For visa purposes in France, we can divide the world of international students studying in France into four distinct categories based on where you are from, how long you will be studying in France, and how old you are. Tourist visas can never be converted to student visas, so it’s important that you do your research up front and apply for the visa that is correct for your situation.
Students from within the European Union, Andorra, Monaco, Switzerland, San Marino or the Vatican do not need a visa to study in France. In addition, students from these EU countries can register for the French State healthcare system using their EC health Form S1. The state healthcare system in France includes a shared cost element in almost all treatment, so most health care is covered at 70%. In addition, there are providers that do not follow the tariff conventions (non-conventionné), and therefore do not participate in the state healthcare system. Therefore it makes sense to include a supplemental or top-up plan to cover all providers and any shared costs.
The Schengen Visa is for non-EU students or travelers in France for less than 90 days. The Schengen Visa actually allows travel to 25 countries - you can learn more about it on our dedicated Schengen Visa Insurance page. To apply for a Schengen Visa, you need to show proof of private health insurance, valid in France, that has coverage of at least euro 37,500 and that will be valid throughout your stay in any Schengen country. The insurance company must have a representative office in the country.
Once you have received a letter of admission from a French institution of higher education, non-EU students studying in France for longer than 90 days need to apply for an extended stay visa. Once you arrive in France, you should have the visa certified by the OFI (Office Francaise de l’Immigration et de l’Integration) so that it will act as your residency permit throughout your stay.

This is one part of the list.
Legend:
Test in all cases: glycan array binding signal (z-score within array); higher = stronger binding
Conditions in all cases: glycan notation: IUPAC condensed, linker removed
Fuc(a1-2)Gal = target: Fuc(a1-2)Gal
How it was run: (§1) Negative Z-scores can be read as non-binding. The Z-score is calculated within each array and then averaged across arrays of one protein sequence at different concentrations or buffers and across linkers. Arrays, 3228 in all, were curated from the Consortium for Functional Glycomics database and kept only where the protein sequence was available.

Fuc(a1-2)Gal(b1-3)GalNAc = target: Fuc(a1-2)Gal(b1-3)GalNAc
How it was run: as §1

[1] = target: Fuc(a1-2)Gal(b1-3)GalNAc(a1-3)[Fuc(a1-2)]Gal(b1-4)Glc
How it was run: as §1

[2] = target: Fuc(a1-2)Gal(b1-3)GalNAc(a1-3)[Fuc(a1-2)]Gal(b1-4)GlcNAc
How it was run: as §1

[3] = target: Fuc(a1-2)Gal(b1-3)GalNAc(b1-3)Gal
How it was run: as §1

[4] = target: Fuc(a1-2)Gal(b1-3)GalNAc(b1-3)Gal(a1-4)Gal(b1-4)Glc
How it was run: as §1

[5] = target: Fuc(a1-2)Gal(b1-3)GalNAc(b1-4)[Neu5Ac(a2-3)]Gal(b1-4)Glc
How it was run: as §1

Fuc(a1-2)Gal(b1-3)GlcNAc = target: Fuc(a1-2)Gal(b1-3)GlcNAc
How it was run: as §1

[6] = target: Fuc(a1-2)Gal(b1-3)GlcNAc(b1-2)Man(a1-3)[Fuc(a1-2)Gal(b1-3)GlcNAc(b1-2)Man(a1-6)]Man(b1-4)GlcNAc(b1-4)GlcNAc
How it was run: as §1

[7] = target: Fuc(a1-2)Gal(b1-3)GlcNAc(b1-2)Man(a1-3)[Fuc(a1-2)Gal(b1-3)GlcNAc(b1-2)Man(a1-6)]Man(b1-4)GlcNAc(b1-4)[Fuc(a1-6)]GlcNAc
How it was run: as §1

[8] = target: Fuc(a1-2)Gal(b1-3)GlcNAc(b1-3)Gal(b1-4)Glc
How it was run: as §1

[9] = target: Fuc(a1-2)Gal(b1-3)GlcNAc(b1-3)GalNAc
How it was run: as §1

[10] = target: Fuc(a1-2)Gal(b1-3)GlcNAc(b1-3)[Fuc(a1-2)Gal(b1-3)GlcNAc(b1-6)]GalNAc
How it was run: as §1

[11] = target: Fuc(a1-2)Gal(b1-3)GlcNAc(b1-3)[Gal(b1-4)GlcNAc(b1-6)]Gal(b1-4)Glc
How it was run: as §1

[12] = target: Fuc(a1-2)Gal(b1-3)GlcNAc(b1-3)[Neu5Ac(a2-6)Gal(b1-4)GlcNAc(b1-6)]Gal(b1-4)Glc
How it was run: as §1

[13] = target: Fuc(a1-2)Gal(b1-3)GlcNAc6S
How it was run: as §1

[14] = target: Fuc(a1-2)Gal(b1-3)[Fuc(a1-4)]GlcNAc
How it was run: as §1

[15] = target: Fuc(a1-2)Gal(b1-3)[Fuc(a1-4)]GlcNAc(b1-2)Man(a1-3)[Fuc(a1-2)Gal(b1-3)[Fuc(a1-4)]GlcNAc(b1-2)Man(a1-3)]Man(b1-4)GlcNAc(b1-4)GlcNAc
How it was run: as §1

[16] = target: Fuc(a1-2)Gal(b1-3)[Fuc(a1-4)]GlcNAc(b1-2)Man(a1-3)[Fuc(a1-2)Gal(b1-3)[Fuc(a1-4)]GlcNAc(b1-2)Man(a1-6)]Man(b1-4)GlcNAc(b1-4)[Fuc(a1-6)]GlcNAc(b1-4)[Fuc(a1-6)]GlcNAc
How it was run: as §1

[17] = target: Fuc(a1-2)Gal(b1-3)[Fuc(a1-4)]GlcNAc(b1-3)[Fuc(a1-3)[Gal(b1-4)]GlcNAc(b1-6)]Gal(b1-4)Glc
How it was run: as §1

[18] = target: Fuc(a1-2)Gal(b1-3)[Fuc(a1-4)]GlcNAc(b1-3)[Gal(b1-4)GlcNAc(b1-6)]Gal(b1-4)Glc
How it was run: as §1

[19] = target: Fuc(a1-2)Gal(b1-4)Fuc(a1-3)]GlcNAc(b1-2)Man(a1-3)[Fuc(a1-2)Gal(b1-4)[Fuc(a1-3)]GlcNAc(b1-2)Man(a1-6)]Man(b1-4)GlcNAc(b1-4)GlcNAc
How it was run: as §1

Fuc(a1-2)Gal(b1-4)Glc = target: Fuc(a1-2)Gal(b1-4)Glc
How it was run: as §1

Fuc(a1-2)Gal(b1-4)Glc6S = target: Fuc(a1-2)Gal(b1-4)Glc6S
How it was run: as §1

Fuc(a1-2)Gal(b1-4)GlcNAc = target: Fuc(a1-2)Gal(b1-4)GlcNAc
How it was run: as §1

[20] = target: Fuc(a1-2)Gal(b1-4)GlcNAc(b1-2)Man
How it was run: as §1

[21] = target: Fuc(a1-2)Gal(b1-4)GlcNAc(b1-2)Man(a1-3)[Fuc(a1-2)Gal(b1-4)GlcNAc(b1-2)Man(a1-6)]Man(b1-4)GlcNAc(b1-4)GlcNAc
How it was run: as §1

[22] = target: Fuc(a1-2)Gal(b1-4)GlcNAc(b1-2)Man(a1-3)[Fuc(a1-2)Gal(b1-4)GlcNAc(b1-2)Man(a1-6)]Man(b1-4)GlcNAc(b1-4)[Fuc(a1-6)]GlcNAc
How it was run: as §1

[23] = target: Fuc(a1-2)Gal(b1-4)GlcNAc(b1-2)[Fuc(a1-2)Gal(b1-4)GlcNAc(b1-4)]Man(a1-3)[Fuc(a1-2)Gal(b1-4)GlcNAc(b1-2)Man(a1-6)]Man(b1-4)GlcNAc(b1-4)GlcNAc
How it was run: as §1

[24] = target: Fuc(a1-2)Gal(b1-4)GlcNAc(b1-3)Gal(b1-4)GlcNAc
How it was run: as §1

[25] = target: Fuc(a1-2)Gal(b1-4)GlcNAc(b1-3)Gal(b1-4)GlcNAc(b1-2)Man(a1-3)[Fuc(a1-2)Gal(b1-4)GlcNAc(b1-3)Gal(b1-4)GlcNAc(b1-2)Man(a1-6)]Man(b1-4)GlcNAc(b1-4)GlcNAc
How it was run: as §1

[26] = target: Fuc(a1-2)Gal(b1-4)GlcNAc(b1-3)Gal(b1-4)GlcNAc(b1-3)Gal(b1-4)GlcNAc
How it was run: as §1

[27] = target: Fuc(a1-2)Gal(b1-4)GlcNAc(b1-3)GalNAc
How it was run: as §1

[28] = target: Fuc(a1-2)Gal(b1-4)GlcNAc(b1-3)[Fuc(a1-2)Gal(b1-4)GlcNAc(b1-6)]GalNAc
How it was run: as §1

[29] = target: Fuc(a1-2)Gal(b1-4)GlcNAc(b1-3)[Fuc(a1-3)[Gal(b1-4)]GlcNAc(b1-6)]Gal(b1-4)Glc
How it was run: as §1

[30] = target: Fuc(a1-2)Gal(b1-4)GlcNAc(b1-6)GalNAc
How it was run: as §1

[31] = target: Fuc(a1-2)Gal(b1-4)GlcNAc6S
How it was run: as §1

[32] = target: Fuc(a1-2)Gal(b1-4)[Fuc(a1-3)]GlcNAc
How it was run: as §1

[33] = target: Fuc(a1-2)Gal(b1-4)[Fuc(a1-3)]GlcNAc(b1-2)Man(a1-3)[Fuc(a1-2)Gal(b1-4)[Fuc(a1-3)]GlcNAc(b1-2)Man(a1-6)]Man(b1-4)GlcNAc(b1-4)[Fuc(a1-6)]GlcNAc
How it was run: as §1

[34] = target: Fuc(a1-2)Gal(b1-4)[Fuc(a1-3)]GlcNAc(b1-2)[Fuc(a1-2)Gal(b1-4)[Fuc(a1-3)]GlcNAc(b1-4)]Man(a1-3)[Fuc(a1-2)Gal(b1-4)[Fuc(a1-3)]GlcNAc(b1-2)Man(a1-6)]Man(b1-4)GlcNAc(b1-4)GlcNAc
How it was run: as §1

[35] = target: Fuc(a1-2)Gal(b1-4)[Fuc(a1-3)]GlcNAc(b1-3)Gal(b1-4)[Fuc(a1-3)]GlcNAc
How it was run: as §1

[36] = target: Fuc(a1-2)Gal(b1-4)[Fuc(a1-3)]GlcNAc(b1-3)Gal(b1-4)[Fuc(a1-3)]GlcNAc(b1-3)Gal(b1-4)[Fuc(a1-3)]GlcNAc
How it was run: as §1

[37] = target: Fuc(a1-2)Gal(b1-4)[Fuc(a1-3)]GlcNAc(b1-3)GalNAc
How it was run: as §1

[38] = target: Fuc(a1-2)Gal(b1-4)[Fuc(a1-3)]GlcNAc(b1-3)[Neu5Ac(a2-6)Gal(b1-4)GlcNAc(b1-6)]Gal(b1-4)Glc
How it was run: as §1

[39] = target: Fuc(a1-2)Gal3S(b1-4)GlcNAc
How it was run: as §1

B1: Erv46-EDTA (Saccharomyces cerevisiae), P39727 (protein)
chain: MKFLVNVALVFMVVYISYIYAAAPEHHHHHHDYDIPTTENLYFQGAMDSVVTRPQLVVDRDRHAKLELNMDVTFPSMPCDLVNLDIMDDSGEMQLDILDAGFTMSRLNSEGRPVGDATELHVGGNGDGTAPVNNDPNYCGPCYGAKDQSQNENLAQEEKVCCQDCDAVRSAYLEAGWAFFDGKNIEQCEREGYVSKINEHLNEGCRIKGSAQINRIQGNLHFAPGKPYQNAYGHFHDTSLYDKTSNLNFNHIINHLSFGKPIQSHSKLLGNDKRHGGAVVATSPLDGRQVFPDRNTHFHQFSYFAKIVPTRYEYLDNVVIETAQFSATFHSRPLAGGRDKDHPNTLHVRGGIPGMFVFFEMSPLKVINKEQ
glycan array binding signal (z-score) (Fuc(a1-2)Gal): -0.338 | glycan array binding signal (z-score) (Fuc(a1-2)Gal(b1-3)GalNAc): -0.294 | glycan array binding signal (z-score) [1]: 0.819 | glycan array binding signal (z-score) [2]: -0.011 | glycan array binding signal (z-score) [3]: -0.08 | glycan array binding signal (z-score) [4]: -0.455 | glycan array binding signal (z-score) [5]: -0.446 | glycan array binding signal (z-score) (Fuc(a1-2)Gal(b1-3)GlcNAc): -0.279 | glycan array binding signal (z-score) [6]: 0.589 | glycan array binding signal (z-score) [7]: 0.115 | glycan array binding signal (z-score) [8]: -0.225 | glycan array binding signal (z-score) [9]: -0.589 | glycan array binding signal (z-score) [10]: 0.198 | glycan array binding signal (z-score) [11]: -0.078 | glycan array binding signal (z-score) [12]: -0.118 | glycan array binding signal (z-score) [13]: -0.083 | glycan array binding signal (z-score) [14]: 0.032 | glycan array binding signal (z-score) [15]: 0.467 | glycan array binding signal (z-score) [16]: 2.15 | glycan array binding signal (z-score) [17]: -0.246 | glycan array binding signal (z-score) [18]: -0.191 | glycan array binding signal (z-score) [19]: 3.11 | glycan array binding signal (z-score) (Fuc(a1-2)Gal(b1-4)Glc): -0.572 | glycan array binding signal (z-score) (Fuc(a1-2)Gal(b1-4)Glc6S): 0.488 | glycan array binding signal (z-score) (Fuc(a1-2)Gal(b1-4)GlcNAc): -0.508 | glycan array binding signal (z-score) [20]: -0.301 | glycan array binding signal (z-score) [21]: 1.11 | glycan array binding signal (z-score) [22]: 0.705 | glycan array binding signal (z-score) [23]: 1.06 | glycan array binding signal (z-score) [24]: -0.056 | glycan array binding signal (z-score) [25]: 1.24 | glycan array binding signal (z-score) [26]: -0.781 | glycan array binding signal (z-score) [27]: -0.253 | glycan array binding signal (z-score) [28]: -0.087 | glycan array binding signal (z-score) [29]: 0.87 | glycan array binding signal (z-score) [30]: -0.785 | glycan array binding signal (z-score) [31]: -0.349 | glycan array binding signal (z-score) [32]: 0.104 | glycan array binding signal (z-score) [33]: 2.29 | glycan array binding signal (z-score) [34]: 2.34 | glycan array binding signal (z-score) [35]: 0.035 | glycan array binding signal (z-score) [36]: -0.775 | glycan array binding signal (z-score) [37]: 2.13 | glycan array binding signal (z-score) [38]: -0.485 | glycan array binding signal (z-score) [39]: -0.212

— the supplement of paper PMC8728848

If your university participates in the national healthcare system, you will automatically be enrolled in that
system upon registration at the university. You will have access to healthcare like any other French student.
However, remember that certain providers do not participate in the national healthcare system, and that national
healthcare pays most medical expenses at 70%. Therefore many international students (as well as French people)
buy a supplemental or top-up plan to cover these potential out of pocket costs.
For those non-EU students staying in France longer than 90 days and 28 or older, you will not be automatically enrolled in the national healthcare system. You will also need to show proof of private health insurance when you apply for your extended stay visa. As above, you will need to have your visa certified by OFI so that it can be used as your residency permit.